Disrupt the mainstream

January 29, 2013 | 1 comment

Anonymous contre Acta à Rouen

“Mainstream culture,” as a concept, needs to die.

A little pre-history. The Diamond Sutra, a sacred Buddhist text and the world’s oldest surviving printed book, was produced in China in 868 AD. It took another couple of hundred years before moveable type was invented, and another four hundred years for the printing press to be invented. Almost six hundred years after the first printed book was created, it became possible to mass produce literature. Two hundred years after that, the first newspapers began to appear, but they didn’t reach large circulations for another two hundred years – a thousand years after the first book.

Because of the advances in the printing press that allowed for larger circulations, newspapers could be distributed over a much larger geographic area. Prior to that, they had mostly existed in communities, where the publishers were easily reached. An unintended side effect of wider distribution was that this feedback loop was eroded. Newspapers became a one-way medium; a trend that continued with the invention of newsreels, radio broadcasting, and the television. Almost simultaneously, manufacturing techniques improved to allow for mass-market products made out of new materials like plastics.

The separation wasn’t clean. Because of its capacity to reach large audiences quickly, both government and business had interests in the media that went well beyond (while embracing) traditional advertising. They underwrote content, leaned on the companies who produced it, censored both explicitly and implicitly, and created a media environment that sold not just products and ideas, but a way to live your life. More than ever before, there was a wrong way and a right way. There was a mainstream, and then there were niche interests. This had always been true to an extent, but the main route for lifestyle propaganda had previously been churches, who fearfully controlled the means of communication. In the modern age, the media itself began to take the place of religion. (Think about the semantics of the phrase “mass culture” for a second.) Business and government had a direct channel to get their messages to the people. At the time, this seemed like a liberation.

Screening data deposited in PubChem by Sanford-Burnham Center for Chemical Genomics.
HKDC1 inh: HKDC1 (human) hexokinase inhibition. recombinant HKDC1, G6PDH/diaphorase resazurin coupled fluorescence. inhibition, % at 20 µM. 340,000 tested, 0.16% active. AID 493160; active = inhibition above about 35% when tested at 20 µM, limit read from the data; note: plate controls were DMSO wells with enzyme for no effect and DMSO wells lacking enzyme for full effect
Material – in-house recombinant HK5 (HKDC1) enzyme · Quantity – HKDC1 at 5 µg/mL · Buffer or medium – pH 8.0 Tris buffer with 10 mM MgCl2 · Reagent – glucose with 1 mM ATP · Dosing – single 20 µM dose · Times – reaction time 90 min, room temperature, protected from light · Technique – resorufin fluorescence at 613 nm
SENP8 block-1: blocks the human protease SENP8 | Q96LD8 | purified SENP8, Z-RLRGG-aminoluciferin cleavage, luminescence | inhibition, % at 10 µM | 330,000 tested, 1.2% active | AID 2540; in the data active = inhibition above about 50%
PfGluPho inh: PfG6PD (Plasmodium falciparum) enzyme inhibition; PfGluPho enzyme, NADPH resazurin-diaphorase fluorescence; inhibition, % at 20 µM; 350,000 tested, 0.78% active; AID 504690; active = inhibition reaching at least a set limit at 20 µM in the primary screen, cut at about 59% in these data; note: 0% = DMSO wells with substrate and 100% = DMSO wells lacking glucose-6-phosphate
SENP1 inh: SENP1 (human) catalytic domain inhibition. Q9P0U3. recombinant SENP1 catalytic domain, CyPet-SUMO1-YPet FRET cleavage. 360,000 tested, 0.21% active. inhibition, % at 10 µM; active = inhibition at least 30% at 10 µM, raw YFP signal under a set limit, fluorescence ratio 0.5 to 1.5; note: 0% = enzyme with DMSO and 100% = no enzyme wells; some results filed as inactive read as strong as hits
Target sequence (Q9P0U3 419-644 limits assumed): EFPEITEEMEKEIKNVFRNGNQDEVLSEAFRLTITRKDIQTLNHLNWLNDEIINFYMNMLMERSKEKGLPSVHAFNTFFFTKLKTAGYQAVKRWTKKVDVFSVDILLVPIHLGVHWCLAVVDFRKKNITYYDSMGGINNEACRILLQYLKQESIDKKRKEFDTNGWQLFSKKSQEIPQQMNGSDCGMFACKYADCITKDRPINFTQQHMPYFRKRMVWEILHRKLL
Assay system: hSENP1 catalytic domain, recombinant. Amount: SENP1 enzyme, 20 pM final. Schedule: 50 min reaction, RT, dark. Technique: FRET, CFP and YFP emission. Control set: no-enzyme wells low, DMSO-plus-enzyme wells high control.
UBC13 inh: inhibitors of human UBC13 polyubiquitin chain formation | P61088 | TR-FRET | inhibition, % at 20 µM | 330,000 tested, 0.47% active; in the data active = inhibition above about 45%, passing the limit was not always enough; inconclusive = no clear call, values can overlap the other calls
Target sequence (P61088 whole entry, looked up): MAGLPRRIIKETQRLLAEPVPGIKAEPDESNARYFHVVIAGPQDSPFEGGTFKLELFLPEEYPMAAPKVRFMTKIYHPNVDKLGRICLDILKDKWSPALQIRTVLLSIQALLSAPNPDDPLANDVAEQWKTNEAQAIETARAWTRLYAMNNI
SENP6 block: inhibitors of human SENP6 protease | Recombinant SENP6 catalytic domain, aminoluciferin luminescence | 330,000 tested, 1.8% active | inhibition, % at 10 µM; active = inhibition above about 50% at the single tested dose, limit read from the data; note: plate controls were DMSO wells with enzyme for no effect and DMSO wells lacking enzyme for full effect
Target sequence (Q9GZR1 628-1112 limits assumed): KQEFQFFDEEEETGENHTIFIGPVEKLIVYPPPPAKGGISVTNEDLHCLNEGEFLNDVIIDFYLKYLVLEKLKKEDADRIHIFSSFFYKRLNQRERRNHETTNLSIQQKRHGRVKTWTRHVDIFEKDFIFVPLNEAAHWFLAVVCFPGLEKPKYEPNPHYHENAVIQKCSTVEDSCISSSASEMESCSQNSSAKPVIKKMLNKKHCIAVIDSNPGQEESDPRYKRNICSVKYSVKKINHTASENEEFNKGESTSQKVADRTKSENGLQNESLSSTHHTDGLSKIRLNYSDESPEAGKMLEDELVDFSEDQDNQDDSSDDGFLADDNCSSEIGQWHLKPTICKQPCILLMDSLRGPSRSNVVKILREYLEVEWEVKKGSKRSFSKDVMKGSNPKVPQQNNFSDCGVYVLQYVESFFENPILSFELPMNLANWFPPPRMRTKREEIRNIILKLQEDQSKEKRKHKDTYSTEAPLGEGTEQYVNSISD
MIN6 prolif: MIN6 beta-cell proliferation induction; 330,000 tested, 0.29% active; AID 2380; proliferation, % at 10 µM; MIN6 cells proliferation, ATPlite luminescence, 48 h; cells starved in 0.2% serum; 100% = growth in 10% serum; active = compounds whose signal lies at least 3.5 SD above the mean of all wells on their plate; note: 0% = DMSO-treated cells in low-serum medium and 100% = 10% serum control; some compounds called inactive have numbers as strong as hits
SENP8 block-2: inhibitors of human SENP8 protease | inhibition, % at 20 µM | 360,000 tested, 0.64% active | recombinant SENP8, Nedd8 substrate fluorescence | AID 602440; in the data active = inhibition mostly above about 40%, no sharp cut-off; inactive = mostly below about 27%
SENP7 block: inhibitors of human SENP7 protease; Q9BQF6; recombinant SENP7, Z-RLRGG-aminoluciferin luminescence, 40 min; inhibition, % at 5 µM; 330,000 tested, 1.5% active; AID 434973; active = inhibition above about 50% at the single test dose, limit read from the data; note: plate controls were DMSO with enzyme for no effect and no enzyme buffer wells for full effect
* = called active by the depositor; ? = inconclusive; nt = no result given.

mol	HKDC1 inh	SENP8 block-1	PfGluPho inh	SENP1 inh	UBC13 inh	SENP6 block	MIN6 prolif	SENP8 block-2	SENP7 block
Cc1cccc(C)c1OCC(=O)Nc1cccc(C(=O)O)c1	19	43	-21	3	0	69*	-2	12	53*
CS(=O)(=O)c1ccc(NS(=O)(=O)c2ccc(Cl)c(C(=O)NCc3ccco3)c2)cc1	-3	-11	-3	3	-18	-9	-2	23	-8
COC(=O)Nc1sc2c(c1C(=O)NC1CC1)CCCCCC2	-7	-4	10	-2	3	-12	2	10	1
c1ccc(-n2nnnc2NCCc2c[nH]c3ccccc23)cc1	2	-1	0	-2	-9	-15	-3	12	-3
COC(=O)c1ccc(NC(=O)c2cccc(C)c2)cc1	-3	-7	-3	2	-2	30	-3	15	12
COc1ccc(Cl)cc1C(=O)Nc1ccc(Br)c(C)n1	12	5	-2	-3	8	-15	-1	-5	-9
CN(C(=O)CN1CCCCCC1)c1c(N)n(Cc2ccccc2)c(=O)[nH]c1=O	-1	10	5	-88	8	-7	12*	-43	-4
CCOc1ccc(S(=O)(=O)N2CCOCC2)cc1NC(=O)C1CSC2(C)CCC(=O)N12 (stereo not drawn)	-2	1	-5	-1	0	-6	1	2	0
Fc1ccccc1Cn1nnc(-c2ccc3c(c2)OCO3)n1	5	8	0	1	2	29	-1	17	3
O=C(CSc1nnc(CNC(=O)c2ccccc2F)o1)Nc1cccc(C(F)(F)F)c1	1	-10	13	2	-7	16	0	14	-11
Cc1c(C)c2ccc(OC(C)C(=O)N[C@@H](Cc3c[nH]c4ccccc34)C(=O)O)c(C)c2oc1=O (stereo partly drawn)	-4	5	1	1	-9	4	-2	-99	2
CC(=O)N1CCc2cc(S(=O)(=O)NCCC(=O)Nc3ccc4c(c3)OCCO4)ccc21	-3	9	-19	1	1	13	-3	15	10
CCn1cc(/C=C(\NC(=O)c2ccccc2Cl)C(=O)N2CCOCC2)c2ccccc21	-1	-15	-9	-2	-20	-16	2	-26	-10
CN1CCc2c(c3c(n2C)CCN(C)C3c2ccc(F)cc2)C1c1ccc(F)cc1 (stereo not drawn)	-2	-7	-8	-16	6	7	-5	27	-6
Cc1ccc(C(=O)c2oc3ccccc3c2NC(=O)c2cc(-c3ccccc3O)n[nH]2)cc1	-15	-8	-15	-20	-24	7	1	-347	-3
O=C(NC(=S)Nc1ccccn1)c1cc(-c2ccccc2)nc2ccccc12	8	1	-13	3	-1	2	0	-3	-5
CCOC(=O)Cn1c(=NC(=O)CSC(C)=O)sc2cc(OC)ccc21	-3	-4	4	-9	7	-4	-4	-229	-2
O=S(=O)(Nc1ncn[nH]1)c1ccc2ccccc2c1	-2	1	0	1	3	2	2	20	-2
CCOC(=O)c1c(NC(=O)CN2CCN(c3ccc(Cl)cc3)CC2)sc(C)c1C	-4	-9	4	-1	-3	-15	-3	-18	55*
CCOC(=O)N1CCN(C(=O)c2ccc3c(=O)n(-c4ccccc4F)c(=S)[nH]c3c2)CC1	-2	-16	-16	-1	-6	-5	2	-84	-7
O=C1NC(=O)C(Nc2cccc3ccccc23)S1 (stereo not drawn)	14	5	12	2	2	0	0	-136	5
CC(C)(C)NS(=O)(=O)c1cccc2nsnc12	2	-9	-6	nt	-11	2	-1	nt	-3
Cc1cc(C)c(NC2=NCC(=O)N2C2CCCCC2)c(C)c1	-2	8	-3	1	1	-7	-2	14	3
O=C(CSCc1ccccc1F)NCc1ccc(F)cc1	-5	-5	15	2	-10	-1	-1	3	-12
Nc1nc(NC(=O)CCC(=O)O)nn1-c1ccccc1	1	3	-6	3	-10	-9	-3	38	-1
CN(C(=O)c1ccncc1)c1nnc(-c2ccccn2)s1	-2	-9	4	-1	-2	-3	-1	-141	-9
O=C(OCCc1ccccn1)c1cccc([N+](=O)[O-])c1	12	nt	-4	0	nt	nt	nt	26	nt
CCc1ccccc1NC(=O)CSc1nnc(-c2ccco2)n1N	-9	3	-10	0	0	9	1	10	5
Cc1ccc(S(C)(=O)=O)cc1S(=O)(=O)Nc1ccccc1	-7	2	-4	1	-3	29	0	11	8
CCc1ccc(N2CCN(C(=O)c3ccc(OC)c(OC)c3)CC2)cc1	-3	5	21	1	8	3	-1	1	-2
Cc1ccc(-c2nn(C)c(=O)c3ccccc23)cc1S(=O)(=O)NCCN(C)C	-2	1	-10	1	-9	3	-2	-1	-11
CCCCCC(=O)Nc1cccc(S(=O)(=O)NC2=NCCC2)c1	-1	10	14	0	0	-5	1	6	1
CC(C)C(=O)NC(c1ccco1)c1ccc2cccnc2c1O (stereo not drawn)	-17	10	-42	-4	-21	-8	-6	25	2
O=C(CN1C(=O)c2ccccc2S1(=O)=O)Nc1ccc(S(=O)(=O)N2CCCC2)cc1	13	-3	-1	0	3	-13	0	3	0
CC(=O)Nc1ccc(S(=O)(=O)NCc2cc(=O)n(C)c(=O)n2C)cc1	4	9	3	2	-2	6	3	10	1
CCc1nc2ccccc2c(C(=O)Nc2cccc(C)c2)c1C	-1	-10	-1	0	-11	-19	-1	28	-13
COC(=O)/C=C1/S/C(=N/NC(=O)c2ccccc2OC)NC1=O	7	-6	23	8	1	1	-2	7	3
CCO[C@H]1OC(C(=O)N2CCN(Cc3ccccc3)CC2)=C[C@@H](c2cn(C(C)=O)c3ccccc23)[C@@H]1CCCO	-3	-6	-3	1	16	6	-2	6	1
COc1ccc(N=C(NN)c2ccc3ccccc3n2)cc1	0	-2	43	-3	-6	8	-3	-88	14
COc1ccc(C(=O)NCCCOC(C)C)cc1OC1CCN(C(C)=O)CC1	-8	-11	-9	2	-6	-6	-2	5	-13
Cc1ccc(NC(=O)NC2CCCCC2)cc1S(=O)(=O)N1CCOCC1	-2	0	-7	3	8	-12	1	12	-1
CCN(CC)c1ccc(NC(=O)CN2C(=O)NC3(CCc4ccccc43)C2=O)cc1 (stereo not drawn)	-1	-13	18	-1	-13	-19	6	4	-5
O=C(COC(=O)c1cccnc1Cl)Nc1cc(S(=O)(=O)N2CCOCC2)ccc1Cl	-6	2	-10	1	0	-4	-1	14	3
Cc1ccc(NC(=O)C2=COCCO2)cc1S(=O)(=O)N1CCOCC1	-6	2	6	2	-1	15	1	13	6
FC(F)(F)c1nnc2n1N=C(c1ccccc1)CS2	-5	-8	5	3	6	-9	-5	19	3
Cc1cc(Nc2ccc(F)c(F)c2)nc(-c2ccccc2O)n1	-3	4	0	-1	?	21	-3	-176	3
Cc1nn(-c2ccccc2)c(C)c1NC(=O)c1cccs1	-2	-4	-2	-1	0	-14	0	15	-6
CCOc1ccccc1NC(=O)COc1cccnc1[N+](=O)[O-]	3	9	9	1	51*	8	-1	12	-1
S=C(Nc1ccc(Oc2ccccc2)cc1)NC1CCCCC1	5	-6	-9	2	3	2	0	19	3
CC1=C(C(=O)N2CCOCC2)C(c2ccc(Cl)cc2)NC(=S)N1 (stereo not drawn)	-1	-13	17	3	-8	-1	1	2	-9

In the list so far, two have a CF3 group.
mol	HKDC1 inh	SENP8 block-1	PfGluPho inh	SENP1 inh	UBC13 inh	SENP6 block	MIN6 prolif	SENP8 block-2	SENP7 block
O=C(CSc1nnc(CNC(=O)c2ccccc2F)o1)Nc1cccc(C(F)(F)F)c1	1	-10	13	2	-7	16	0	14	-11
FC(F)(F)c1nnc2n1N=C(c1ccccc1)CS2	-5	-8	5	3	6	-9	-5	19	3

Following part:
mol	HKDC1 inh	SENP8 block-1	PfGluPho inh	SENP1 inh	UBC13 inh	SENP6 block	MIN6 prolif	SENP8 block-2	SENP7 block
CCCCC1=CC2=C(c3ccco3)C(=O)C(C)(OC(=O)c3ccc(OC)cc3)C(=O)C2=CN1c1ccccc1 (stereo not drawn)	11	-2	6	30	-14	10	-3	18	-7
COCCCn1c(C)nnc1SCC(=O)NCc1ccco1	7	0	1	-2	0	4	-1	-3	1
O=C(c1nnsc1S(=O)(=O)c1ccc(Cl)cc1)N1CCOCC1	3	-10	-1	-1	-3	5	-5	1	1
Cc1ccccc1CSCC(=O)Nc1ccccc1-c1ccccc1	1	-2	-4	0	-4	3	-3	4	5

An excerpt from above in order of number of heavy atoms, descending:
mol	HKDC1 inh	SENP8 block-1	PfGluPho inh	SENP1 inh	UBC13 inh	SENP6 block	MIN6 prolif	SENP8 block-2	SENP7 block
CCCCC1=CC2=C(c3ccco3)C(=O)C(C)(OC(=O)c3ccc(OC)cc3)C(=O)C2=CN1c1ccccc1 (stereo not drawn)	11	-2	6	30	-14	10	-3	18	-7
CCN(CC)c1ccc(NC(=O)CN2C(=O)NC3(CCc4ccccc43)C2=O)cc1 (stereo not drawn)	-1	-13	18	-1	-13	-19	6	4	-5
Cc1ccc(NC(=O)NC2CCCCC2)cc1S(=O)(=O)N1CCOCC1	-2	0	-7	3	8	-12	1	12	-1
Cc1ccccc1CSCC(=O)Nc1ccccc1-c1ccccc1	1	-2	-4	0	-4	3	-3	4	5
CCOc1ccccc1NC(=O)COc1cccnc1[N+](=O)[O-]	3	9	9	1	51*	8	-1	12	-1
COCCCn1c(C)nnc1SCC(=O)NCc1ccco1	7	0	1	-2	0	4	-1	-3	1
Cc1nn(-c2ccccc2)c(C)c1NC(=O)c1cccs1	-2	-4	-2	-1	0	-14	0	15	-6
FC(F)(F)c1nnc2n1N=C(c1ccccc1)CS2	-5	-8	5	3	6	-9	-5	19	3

It wasn’t a liberation compared to what came next. The beginnings of the Internet showed up in 1969, not at all coincidentally during the peak of the counterculture movement in the sixties – the first cultural movement to challenge the mass-market status quo. Usenet showed up ten years later, allowing anyone to participate in semi-public discussions. Ten years after that, Tim Berners-Lee invented the World Wide Web. Ten years after that, Napster was allowing anyone to trade music. A decade later, mass-market publishing was in free-fall.

For ordinary people, the utility of mass culture was coming to an end. Information was freely available without the involvement of businesses, governments or churches – both to consume and to produce. Anyone could publish, without anyone’s permission, no matter who or what they worshiped, where they had gone to school or how much money they had in their bank accounts. There were no corporate policies dictating who could be heard, and no slush piles where ideas that didn’t fit pre-defined marketing templates could languish. It was a free-for-all. Free as in speech.